Format: DVDMultiple Formats, Animated, Box set, Closed-captioned, Color, Dolby, Dubbed, Full Screen, NTSC, Subtitled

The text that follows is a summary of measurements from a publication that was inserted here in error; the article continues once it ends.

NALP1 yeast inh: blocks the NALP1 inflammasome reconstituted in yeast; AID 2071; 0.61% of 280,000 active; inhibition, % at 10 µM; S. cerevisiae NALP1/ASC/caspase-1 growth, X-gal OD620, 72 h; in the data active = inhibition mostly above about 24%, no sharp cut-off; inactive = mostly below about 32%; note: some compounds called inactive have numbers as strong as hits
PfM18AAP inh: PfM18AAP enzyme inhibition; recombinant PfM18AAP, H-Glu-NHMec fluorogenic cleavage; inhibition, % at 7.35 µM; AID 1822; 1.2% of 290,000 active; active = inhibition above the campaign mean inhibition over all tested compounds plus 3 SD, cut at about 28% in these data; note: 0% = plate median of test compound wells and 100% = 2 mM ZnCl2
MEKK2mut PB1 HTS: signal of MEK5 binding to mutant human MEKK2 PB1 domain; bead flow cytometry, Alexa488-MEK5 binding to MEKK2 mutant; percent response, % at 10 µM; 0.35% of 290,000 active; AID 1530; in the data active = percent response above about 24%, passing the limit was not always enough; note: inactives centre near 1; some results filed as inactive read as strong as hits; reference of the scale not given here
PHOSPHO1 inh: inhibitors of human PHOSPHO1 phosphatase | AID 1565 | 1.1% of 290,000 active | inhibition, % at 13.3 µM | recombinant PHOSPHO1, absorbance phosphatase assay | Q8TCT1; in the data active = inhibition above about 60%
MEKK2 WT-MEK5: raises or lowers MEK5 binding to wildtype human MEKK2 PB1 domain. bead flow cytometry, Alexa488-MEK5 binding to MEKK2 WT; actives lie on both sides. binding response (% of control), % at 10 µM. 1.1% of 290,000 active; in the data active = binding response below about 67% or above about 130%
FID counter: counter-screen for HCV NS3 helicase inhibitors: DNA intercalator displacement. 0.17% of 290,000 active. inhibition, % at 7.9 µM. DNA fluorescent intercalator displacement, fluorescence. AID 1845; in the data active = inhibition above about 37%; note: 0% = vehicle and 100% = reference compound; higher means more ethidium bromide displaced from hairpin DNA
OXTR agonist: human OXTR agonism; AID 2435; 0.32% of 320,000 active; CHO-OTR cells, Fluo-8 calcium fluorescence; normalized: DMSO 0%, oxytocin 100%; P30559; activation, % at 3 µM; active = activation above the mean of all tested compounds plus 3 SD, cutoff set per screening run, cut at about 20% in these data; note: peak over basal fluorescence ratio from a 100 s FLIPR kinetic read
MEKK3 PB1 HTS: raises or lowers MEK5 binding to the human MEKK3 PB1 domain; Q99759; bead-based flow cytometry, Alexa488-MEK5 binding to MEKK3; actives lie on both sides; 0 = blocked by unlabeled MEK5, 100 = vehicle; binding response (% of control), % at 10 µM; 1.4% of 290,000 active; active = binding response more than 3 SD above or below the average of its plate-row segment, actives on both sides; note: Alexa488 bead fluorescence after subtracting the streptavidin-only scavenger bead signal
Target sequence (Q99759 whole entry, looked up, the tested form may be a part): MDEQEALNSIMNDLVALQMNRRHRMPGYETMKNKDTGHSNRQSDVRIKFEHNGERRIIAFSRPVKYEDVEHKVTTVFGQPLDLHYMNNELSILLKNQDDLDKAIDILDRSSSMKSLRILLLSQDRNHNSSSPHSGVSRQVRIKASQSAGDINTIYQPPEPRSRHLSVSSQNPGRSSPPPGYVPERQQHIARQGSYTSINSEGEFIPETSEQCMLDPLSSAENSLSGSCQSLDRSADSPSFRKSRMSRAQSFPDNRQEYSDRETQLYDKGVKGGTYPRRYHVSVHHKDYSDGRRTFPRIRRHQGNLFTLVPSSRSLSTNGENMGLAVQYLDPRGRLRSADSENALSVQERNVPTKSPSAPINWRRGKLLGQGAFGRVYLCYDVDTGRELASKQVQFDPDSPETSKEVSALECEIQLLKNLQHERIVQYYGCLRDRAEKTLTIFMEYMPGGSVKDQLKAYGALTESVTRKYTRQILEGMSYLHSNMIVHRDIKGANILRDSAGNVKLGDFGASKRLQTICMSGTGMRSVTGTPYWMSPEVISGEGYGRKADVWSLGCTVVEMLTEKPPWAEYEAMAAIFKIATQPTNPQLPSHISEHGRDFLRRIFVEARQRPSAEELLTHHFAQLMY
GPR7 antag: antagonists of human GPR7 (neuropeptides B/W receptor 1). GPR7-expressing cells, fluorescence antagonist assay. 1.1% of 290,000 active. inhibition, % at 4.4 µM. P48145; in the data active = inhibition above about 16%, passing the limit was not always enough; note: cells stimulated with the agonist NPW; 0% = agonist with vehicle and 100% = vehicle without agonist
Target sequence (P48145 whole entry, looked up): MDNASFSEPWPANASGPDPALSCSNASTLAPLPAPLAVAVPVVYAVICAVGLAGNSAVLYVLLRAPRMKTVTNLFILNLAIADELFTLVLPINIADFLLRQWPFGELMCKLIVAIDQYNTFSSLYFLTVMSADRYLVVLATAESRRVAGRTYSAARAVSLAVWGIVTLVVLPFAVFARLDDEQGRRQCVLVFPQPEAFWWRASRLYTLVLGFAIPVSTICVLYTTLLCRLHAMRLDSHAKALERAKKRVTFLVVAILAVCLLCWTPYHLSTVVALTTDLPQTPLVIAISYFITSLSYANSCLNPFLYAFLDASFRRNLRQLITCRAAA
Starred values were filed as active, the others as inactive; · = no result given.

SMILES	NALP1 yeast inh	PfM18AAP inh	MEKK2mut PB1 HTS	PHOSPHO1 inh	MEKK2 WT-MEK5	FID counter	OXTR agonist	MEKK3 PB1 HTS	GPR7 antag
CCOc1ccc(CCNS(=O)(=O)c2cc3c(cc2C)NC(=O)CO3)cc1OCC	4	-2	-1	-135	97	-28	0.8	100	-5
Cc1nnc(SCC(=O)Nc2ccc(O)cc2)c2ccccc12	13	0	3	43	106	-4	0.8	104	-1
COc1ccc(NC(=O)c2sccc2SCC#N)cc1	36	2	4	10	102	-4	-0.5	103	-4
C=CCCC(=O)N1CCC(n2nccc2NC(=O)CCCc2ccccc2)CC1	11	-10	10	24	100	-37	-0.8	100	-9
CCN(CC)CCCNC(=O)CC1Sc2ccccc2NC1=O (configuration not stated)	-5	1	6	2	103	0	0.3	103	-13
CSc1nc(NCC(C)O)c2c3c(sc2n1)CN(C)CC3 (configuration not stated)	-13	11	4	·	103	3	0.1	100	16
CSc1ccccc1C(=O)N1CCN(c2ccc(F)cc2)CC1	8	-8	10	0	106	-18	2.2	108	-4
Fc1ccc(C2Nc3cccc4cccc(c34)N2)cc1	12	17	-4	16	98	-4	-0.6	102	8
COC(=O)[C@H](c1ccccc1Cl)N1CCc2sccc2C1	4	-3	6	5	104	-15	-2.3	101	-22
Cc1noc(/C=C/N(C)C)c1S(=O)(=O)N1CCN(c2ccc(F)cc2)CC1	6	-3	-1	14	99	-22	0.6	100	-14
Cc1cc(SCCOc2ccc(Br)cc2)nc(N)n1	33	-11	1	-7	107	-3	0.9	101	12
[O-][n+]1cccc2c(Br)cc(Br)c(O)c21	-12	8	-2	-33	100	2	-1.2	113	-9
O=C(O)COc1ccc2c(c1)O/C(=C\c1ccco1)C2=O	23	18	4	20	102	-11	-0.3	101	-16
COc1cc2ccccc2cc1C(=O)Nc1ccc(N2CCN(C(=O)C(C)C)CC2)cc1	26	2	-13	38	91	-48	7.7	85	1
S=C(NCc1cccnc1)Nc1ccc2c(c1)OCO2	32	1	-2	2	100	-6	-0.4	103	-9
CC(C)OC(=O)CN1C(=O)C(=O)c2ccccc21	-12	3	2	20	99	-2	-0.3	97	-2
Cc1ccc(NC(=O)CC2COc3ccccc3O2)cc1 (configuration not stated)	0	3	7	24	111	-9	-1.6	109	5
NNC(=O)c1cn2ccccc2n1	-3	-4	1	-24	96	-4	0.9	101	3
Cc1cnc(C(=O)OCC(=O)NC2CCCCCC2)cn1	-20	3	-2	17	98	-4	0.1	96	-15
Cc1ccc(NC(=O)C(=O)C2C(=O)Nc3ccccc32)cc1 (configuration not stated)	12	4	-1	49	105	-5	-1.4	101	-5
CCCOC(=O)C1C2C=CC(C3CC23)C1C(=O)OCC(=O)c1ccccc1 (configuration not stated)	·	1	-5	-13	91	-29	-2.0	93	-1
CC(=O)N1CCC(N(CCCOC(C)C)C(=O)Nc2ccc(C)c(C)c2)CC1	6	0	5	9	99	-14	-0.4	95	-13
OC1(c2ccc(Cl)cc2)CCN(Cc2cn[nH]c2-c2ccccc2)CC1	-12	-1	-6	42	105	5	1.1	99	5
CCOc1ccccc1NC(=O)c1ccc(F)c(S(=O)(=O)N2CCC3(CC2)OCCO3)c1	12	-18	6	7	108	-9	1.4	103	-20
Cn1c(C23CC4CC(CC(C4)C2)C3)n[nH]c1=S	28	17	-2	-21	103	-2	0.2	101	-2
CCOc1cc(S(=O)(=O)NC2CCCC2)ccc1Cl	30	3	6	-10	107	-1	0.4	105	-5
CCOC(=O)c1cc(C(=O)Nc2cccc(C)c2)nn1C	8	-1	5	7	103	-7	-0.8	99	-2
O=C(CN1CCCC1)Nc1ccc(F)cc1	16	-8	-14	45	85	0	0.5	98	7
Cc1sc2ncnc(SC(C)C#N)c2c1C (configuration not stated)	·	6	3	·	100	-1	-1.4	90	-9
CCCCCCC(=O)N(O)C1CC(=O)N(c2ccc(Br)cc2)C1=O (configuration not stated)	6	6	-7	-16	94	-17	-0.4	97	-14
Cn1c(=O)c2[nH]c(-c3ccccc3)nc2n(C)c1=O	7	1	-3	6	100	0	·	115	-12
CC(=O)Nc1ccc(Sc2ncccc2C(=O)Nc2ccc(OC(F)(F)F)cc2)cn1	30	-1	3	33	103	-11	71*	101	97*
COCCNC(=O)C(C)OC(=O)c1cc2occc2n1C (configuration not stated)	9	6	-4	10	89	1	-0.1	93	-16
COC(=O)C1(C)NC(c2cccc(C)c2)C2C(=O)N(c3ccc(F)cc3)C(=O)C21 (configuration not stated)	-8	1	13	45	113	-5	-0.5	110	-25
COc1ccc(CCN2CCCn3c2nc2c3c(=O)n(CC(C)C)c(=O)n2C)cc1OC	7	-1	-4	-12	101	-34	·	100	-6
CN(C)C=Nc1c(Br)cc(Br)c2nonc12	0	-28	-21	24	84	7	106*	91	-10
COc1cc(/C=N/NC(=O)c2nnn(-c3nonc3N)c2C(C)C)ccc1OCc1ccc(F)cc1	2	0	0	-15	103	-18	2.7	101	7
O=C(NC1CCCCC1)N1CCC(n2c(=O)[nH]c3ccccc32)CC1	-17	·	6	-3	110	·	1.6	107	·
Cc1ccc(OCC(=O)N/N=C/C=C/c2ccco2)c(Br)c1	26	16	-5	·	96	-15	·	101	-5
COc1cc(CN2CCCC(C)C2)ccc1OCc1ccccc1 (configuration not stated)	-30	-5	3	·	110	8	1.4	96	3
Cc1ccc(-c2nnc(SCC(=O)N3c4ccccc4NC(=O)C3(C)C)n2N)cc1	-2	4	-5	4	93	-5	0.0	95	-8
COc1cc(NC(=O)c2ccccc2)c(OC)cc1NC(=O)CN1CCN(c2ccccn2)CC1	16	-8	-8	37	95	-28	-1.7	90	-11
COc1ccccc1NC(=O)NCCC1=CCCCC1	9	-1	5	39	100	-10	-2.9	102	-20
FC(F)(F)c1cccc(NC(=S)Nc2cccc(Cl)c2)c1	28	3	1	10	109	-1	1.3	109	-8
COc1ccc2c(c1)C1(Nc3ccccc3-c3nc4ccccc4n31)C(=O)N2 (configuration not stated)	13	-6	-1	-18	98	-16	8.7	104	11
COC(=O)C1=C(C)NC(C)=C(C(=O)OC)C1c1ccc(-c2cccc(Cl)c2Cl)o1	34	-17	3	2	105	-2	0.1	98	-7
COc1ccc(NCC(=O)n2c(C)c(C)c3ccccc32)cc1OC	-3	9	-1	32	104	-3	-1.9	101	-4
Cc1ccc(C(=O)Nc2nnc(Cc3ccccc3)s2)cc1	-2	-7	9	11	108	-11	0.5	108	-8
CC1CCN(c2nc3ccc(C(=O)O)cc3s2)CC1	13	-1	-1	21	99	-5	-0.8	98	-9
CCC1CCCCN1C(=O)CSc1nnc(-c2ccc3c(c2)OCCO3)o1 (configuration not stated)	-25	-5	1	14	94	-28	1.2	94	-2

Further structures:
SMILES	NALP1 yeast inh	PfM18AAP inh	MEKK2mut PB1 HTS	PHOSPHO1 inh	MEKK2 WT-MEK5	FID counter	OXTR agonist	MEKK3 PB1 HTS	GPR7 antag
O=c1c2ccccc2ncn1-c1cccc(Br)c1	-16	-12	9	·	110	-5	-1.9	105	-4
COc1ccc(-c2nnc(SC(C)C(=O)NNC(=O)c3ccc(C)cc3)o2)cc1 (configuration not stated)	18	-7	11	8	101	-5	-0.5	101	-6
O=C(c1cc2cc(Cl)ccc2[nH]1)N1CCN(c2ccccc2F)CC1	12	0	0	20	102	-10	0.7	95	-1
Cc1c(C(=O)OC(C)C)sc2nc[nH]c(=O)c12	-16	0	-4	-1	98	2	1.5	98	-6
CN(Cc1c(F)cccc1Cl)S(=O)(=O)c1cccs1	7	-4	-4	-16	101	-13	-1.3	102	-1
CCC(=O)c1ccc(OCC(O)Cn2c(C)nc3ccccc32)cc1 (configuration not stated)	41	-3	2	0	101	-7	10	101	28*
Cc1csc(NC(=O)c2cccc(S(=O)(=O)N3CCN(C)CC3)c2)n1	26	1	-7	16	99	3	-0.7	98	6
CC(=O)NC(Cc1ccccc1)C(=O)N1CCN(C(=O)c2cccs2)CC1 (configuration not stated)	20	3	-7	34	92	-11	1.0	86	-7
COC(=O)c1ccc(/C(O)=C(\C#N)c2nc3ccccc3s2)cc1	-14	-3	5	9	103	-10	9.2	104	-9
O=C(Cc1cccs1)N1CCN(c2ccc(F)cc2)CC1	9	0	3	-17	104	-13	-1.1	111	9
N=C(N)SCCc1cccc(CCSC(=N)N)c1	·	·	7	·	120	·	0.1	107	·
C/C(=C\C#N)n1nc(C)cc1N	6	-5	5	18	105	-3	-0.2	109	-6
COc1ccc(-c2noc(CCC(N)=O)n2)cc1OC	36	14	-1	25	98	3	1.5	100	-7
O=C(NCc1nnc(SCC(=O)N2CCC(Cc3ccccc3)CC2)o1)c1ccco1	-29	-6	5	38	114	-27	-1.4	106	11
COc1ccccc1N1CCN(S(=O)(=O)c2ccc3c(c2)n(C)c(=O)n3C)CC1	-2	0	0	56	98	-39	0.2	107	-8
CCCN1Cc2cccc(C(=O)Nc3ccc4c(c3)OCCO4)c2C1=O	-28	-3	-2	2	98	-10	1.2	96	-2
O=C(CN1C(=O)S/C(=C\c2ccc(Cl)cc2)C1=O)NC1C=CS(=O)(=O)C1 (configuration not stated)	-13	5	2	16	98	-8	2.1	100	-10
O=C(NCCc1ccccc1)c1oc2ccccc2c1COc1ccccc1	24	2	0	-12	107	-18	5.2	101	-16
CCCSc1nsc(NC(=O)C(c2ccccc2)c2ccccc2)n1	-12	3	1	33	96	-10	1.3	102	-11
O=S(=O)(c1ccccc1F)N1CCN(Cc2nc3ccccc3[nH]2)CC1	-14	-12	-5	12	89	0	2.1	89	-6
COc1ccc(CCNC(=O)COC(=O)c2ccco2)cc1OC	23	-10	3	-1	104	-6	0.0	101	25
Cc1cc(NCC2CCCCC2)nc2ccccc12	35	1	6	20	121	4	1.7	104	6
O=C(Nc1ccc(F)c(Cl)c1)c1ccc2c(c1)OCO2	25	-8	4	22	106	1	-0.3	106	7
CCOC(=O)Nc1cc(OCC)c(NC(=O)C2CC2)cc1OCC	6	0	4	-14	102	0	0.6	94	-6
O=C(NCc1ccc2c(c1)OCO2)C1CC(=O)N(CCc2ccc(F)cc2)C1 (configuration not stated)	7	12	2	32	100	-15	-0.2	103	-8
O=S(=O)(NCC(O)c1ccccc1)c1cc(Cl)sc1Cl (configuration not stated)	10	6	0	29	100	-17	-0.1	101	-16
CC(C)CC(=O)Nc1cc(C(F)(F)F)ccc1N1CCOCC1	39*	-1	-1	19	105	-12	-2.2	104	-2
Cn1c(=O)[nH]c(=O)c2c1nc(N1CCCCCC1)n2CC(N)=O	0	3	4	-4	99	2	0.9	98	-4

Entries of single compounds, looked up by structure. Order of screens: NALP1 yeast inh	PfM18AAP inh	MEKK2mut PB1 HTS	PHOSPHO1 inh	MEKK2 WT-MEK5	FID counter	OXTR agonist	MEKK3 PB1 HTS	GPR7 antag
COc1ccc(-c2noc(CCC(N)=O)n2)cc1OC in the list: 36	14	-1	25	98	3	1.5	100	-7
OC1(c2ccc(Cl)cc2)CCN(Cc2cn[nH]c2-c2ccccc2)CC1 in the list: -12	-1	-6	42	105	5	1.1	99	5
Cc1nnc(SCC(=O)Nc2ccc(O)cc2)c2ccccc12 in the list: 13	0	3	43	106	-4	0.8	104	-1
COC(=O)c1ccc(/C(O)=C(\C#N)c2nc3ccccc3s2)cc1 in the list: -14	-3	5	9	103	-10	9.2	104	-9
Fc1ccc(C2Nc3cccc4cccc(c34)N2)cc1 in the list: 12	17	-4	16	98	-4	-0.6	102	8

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Whether American Dad! will ever enjoy Family Guy's cult status remains to be seen, but the first 13 episodes of its inaugural season, collected in this extras-laden three-disc set, are promising. After a few episodes, CIA agent Stan Smith and family gradually emerge from the Griffins' formidable shadow, and the show finds its own comic voice. And it sounds a lot like Paul Lynde. That would be Roger (voiced by Seth McFarlane), the housebound alien who saved Stan's life at Area 51 and now lives with the Smiths. Not as inspired a creation is Klaus, the German-accented goldfish who lusts after Stan's wife, Francine. He does, though, have an inspired meta-moment in the episode "Bullocks to Stan," in which he provides faux scene-specific commentary (during the episode!) in anticipation of the show's release on DVD ("I wasn't sure about the Squeaky Fromme reference," he offers, "but it's a smart joke, and the fans have come to expect that from us"). As for the rest of the clan, Steve's children are the typical dysfunctional siblings: Steve, a socially awkward geek, and Hayley, a liberal counterpoint to red, white, and blue-blooded Stan--at least liberal enough to sleep with Stan's boss, Bullock (playfully voiced by Patrick Stewart) in the episode "Bullocks to Stan." Though the jokes in American Dad! are not as free-associative as in Family Guy, McFarlane cannot seem to resist dispensing with character integrity for a gratuitous potshot at, say, Lisa Kudrow. But as with Family Guy, American Dad! tears at the sitcom envelope. The blasphemous episode "Deacon Stan, Jesus Man," had the distinction of being voted "Worst TV Show of the Week" by the Parents Television Council. And American Dad! has its own version of Family Guy's surreal titanic bouts between Peter Griffin and that chicken. The episode "Homeland Insecurity" features a digression in which a Department of Water and Power worker greedily kills his partner over a gem-encrusted gold "turd," only to find out his wife is having an affair. As he wails to the heavens, the words "To be continued" appear onscreen. According to the audio commentary, the writers do indeed intend to continue this compelling soap opera. So that's something to look forward to. --Donald Liebenson